Inulin is a polysaccharide that is produced by plants such as onions, leeks, Jerusalem artichokes, and garlic. It can also be referred to as neosugar, alant starch, Alantin, and diabetic sugar. Many manufacturers are putting it in processed foods because it has tremendous health benefits. It can also be used to replace higher calorie ingredients such as fat, sugar, and flour. However, there is also some controversy about how much it should be used.
There are many ways that plants store energy for themselves, with inulin being one of them. As such, it can be found in the roots and rhizomes of many plants. When eaten, this substance does not increase blood sugar, which makes it an option for those with diabetes.
There are many benefits of inulin. It has one-third to one-fourth less food energy than that of sugar and a sixth to a ninth less energy than fat. It is also a soluble fiber which means that when it passes through the body, it creates a gel. Since fiber is not digested in the human body, it passes through to the intestine largely intact. There, it feeds the good bacteria that live there. It also helps to reduce the absorption of bad cholesterol in the body.
This substance can increase calcium absorption and can be characterized as a prebiotic. A prebiotic is a substance that feeds the healthy bacteria in the body’s intestinal system. This allows the bacteria that feed on them to thrive and increase intestinal function. However, it should be noted that too much can produce bloating, gas, diarrhea, and other symptoms in some people. This is especially true for those who are sensitive to the substance.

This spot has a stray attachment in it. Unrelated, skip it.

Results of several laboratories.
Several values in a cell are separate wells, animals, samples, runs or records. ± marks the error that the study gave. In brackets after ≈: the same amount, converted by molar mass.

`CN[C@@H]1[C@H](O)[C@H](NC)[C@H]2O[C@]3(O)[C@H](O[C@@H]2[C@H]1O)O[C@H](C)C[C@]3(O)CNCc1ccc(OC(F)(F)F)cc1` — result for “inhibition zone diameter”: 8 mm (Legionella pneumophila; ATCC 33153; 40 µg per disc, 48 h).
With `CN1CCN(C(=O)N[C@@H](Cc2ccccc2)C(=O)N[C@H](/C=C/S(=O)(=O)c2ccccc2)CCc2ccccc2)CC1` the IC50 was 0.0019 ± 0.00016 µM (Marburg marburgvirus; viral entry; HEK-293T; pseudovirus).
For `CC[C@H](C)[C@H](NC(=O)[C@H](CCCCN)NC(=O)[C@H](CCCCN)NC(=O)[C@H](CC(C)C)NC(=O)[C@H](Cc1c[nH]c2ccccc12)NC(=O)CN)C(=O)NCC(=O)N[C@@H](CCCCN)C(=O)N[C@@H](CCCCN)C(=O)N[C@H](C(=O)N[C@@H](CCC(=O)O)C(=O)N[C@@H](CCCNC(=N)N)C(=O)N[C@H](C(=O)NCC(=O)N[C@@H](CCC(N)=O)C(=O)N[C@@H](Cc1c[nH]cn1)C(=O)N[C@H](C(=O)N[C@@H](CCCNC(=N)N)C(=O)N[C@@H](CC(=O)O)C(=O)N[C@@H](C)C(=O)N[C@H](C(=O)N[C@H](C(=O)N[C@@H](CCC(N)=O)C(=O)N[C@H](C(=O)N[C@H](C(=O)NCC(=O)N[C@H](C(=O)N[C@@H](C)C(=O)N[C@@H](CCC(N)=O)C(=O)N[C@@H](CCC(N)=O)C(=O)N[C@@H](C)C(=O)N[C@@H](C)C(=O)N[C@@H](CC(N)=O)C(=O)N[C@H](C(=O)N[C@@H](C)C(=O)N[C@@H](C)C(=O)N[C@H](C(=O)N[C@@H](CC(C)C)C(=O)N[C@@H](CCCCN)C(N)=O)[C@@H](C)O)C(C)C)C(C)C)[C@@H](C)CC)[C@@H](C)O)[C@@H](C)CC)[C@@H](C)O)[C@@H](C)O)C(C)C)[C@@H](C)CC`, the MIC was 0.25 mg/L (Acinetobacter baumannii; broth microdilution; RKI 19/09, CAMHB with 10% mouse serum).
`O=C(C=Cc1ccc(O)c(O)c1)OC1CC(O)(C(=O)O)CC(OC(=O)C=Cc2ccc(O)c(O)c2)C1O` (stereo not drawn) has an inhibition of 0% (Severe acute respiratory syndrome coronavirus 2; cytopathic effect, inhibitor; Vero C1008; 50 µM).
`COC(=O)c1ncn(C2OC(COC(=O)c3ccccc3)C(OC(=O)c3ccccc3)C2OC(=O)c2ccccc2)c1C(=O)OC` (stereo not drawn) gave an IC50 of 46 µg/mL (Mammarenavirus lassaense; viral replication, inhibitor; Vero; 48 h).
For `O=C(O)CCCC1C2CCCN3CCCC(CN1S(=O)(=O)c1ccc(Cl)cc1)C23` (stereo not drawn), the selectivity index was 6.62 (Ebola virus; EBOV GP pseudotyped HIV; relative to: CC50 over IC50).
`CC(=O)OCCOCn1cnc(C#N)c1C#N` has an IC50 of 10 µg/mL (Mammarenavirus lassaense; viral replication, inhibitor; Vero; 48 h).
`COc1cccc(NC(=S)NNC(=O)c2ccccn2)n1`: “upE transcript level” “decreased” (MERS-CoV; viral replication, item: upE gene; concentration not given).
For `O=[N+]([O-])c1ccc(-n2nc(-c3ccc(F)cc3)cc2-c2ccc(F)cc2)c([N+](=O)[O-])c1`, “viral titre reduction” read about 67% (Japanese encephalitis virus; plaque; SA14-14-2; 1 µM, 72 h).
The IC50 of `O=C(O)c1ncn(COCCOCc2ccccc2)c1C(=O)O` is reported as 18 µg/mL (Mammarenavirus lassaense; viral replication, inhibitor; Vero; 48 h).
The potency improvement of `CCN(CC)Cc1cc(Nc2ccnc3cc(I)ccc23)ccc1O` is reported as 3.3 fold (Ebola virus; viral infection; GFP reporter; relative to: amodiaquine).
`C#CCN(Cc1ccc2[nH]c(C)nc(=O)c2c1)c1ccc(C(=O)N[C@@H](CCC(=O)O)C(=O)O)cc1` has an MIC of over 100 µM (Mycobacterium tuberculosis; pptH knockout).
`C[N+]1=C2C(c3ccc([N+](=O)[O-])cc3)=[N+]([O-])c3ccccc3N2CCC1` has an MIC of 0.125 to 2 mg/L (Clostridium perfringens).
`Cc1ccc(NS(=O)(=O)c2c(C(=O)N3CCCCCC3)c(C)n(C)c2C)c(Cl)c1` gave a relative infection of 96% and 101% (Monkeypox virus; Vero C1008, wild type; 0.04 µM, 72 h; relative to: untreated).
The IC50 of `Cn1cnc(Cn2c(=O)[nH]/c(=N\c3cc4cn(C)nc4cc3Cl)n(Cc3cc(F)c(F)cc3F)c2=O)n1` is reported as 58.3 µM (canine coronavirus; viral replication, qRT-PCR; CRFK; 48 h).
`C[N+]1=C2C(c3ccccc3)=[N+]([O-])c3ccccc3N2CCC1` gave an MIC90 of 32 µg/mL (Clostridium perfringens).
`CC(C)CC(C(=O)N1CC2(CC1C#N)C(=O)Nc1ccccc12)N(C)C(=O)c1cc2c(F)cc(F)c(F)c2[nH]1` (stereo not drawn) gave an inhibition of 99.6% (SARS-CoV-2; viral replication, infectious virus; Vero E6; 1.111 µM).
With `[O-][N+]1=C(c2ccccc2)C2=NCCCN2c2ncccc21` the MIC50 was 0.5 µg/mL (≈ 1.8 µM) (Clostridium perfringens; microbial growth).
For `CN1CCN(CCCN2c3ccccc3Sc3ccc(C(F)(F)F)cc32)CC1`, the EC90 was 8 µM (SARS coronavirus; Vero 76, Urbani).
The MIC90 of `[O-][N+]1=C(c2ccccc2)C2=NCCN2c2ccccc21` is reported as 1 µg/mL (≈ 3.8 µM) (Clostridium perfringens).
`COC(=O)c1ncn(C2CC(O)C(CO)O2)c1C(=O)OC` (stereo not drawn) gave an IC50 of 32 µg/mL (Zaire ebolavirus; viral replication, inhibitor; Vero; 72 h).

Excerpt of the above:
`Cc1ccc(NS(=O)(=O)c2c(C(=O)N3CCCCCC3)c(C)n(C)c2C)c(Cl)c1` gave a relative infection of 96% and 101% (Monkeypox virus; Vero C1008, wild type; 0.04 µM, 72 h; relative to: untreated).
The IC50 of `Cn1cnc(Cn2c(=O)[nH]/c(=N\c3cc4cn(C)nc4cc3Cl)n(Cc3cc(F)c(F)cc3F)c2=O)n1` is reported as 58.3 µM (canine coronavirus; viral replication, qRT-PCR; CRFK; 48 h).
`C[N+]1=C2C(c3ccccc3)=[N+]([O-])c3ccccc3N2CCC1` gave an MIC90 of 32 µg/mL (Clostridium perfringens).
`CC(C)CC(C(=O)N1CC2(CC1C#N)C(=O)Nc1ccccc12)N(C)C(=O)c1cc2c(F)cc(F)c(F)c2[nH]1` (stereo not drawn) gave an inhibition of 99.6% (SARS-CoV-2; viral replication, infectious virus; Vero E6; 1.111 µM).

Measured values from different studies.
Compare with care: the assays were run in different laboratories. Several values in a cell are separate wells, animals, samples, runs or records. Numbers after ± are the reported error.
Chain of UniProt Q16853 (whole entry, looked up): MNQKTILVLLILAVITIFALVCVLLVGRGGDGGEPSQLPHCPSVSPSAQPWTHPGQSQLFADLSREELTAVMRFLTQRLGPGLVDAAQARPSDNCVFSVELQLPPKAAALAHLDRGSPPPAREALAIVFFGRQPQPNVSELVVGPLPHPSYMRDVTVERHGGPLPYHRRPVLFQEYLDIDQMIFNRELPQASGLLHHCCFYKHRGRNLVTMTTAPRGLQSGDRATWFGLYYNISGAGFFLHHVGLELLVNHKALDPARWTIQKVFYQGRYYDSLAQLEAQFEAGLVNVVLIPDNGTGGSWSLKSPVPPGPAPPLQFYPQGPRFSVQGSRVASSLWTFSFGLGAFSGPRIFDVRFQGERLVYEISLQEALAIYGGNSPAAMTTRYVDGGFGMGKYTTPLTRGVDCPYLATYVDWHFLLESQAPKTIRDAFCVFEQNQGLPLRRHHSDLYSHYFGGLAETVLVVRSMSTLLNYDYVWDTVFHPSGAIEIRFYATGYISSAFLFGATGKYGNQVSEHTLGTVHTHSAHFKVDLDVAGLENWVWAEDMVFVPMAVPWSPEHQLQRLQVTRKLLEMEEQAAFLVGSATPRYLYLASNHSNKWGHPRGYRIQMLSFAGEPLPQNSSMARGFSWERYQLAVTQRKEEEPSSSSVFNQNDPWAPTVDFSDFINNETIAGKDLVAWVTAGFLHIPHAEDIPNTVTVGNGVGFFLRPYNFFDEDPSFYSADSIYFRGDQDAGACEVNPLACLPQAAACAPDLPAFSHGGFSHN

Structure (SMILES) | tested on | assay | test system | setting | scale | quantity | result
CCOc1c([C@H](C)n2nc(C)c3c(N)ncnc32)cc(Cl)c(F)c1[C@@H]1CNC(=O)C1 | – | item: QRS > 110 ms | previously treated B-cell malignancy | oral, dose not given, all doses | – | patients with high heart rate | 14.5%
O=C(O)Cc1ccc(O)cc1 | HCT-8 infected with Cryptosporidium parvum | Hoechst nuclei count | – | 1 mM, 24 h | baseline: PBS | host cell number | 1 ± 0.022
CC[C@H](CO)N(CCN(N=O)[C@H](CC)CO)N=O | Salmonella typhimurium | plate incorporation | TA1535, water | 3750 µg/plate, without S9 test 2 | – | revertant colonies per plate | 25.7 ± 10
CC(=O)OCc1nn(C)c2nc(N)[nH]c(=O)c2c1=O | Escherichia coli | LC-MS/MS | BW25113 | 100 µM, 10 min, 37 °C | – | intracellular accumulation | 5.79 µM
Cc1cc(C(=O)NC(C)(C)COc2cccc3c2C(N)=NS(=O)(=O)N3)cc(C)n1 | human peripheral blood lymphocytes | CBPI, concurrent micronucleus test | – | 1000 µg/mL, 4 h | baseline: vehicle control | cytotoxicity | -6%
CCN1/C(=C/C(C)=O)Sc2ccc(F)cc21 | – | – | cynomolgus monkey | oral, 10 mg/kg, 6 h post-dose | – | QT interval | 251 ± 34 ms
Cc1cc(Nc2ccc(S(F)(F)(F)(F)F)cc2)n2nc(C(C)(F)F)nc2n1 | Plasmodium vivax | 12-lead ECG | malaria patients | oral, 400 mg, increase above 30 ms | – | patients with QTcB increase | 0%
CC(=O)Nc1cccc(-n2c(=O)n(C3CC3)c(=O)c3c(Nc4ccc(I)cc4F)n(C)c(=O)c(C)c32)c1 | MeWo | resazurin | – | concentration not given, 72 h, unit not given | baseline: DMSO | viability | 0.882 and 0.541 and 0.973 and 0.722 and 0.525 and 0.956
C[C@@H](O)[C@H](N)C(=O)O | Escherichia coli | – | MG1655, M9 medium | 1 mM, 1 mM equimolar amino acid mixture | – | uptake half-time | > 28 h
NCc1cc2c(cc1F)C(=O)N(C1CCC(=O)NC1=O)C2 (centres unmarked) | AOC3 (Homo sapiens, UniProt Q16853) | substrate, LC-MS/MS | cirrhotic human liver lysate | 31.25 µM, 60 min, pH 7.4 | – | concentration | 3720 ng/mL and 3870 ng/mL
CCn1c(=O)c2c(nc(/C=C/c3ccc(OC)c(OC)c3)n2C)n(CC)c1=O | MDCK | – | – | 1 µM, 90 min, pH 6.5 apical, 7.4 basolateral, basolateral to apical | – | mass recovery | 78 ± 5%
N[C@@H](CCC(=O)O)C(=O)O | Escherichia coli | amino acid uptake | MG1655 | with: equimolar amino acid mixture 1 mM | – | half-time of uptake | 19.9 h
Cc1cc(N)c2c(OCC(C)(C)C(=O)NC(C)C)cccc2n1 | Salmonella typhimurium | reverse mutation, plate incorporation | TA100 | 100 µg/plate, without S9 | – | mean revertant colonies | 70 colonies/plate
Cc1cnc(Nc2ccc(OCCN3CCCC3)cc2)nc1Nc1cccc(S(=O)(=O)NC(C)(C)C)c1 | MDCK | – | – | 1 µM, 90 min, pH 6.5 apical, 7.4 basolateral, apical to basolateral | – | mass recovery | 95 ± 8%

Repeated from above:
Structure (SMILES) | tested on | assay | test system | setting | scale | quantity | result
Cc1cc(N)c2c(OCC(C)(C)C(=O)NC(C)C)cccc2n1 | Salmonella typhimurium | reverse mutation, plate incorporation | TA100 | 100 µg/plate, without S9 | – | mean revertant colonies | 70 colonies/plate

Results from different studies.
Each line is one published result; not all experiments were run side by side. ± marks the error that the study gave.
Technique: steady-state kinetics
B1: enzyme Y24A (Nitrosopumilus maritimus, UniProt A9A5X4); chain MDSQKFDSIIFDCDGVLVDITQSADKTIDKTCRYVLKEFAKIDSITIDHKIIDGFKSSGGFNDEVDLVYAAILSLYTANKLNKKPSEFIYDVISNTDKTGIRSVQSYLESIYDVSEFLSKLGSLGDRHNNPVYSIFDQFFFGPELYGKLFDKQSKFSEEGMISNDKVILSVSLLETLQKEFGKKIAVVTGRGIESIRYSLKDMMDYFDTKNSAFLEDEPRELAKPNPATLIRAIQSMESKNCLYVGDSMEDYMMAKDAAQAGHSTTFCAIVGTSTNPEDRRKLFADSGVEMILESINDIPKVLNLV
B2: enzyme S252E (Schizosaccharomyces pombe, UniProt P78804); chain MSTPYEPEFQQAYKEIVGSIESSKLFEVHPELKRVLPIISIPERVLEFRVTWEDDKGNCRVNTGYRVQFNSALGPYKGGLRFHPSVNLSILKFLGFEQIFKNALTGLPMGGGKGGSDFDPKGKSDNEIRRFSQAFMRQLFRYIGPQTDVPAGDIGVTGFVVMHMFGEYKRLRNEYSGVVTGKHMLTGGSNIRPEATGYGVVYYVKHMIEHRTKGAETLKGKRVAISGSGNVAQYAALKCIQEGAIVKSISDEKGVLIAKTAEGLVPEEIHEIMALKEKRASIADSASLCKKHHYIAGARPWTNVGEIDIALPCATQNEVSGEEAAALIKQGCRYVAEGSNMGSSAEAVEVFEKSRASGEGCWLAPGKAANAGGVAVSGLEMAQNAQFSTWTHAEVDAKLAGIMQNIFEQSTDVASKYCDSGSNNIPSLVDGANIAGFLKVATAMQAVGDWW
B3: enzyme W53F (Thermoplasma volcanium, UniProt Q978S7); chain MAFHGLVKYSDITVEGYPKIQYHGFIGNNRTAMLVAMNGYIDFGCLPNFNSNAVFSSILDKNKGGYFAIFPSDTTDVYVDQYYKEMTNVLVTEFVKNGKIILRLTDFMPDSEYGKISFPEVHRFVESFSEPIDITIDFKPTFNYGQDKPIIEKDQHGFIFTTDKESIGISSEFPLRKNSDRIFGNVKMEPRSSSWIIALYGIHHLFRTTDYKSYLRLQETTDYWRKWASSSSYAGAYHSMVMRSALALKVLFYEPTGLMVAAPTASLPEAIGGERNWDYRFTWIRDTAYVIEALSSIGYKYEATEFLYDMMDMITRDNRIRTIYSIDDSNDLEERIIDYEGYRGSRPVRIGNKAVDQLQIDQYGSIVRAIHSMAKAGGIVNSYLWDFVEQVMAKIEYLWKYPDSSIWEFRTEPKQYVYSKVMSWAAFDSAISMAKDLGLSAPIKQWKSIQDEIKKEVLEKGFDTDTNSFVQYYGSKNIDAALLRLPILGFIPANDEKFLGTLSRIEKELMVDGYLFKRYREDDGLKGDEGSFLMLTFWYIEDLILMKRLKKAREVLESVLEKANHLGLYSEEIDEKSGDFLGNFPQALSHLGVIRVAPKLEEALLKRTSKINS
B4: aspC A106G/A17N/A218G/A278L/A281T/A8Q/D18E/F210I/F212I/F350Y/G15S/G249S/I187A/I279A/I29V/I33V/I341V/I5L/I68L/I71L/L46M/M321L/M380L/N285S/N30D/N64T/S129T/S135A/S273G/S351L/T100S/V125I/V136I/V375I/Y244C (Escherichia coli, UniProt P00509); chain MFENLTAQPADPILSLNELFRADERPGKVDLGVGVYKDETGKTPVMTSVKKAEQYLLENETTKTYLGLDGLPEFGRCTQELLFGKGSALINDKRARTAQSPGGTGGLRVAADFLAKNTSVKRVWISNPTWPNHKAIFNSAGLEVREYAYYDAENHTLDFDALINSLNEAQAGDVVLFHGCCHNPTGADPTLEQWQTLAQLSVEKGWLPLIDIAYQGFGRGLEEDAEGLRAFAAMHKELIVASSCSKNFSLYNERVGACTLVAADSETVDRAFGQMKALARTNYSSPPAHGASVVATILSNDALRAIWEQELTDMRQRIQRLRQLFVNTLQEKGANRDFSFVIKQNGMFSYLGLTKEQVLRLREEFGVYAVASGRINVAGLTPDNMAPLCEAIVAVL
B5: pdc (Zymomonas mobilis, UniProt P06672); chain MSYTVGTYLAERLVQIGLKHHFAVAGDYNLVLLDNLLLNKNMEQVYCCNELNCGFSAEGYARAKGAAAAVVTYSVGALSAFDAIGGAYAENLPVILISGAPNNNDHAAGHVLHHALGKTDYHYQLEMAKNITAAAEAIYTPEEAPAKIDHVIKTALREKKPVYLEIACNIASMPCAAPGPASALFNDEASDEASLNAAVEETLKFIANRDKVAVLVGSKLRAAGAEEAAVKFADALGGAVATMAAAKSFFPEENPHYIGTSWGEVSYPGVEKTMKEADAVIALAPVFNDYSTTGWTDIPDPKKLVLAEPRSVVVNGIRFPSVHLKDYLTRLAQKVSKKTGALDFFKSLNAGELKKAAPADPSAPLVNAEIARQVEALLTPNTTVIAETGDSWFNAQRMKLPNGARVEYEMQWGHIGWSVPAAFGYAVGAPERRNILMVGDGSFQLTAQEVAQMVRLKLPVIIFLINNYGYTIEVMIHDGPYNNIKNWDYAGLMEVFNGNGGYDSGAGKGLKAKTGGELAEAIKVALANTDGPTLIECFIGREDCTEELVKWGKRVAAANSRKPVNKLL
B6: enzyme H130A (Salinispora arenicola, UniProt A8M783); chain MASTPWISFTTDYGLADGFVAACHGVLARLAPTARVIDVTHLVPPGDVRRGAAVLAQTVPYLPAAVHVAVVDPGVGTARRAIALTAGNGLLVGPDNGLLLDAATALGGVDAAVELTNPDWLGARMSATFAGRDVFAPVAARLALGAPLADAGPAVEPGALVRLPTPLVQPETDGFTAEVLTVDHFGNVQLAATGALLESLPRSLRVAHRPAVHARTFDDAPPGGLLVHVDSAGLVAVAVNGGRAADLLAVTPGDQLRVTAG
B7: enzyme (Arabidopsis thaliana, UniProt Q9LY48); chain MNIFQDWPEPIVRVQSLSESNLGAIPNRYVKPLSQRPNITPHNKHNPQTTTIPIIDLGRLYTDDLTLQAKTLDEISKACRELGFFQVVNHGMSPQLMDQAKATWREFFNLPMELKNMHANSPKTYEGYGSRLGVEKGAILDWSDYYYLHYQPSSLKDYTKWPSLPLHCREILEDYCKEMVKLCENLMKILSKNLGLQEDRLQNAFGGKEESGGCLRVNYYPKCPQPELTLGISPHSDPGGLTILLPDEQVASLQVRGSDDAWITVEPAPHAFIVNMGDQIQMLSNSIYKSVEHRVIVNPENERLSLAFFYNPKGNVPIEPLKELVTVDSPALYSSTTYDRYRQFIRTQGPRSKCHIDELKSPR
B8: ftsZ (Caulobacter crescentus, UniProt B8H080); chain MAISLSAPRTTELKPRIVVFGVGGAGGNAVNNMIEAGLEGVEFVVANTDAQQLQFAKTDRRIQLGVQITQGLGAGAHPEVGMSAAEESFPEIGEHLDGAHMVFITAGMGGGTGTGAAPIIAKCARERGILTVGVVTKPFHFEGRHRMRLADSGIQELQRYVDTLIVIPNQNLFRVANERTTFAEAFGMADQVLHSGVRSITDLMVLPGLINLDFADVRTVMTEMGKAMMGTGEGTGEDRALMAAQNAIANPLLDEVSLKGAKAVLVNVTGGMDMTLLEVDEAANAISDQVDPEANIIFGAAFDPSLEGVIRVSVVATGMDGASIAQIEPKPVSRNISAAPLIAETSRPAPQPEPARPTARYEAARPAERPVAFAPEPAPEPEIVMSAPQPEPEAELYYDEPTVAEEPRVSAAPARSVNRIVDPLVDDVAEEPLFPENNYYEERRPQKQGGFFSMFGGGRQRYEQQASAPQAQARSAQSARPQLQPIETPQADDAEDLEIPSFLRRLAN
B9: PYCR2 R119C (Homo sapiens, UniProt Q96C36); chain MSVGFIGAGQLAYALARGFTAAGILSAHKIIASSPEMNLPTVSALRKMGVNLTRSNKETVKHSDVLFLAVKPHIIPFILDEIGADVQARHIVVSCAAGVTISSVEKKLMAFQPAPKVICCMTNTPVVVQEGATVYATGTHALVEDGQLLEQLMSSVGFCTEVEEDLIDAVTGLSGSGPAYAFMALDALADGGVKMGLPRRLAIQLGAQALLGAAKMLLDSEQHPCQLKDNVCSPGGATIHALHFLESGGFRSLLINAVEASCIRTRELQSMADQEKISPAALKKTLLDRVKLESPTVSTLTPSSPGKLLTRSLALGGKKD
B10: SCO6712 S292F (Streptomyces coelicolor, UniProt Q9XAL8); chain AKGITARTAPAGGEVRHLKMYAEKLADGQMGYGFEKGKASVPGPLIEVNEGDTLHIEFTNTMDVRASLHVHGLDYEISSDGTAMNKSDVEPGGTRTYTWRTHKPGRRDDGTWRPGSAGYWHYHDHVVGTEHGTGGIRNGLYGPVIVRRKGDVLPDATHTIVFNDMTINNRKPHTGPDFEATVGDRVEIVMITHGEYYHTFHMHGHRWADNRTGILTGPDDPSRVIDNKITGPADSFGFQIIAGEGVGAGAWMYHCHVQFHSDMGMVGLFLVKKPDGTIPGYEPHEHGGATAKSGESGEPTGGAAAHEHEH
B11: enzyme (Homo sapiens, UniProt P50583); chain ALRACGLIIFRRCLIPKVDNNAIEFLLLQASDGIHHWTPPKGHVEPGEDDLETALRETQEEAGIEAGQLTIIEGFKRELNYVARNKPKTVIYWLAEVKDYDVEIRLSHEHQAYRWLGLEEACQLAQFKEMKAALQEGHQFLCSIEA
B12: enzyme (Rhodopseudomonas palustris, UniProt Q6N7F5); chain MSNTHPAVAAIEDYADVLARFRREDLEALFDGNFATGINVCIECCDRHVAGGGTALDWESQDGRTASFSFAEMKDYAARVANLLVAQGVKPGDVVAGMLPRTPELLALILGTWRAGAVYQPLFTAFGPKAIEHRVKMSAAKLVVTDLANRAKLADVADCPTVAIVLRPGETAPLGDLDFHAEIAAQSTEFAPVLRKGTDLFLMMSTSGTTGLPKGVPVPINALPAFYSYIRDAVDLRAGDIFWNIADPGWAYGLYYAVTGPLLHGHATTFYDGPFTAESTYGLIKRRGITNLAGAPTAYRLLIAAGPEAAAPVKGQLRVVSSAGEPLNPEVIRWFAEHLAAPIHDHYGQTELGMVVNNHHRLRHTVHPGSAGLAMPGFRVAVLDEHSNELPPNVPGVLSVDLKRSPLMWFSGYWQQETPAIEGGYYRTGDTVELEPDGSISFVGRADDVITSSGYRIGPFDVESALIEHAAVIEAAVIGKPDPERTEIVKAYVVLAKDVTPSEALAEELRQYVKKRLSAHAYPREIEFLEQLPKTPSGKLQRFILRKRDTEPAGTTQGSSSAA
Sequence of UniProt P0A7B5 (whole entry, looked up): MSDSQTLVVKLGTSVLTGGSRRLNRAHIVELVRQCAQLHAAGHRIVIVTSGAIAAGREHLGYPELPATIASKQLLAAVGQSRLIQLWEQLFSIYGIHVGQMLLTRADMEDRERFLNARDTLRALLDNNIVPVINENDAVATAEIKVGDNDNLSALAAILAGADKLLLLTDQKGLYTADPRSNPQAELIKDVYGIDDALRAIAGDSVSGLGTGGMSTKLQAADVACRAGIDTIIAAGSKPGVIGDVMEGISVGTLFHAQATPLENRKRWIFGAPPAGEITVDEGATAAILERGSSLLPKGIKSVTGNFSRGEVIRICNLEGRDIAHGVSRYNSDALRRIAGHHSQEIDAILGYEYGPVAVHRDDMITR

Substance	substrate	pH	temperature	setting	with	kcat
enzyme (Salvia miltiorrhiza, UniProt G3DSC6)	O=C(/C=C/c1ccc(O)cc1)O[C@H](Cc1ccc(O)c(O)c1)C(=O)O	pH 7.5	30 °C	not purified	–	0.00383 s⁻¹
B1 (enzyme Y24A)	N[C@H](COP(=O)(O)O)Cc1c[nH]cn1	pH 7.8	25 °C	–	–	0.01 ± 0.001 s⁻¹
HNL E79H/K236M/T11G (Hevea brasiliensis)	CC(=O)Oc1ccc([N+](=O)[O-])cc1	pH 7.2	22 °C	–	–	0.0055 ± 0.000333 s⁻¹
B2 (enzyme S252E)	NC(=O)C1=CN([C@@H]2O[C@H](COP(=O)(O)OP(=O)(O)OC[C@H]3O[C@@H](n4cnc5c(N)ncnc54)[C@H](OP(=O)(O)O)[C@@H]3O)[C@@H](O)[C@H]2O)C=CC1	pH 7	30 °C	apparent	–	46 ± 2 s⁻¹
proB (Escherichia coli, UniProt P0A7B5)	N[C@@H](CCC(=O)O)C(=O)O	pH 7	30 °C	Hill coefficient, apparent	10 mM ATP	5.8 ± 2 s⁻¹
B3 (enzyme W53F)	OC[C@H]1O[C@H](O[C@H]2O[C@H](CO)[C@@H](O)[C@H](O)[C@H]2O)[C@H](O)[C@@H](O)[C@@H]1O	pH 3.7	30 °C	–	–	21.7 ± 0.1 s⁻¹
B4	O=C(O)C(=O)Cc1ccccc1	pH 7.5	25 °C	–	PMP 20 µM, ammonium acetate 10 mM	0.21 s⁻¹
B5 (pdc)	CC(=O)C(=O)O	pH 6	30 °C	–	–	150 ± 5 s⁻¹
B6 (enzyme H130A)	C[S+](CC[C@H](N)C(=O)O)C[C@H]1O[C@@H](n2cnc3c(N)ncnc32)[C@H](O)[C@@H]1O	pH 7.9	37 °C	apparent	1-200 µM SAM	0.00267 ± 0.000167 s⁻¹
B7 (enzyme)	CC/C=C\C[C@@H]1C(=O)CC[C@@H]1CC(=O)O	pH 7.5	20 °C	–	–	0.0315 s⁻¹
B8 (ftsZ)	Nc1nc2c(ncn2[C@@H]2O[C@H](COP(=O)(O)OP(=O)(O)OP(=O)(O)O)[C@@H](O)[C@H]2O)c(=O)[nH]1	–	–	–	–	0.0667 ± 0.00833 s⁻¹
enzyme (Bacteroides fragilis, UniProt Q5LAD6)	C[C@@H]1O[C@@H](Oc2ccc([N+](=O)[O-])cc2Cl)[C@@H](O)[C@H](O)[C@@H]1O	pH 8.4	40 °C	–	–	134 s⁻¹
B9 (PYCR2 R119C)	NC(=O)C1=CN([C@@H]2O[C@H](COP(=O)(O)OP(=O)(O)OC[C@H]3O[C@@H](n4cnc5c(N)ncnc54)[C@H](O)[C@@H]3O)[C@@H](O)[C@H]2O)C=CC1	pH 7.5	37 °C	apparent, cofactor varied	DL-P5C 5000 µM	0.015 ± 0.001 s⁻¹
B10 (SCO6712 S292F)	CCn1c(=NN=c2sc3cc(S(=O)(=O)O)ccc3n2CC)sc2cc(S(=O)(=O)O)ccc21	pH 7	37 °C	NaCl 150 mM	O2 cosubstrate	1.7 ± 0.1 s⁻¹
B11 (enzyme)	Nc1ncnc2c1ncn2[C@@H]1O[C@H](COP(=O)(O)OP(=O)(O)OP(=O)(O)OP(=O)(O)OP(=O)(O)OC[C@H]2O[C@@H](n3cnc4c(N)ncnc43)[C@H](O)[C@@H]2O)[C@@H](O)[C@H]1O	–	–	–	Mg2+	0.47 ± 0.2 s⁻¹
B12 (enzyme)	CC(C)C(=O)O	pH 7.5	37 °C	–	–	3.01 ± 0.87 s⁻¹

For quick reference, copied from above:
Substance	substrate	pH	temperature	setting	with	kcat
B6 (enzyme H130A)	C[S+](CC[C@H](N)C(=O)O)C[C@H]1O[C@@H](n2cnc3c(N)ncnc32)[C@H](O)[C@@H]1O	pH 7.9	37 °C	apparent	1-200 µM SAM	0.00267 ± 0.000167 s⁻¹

There are some who denounce the use of refined inulin as an additive to food. These opponents argue that refining one substance out of its food context can cause more harm than good. They cite the fact that the substance doesn’t just encourage the growth of good bacteria but can also feed certain yeasts found in the instestine. It can also feed bad bacteria such as klebsiella. Klebsiella has been named as the cause of permeability in the intestine, i.e. leaky gut.
In addition, opponents argue that when a product is refined and put into more and more food out of context, allergic reactions may increase. There are not many instances of people being allergic to inulin. However, critics argue that instances will increase as the additive permeates society. These opponents do agree that this substance has many benefits. However, they seem to advise that people eat it in its natural form instead of using it as an additive to food.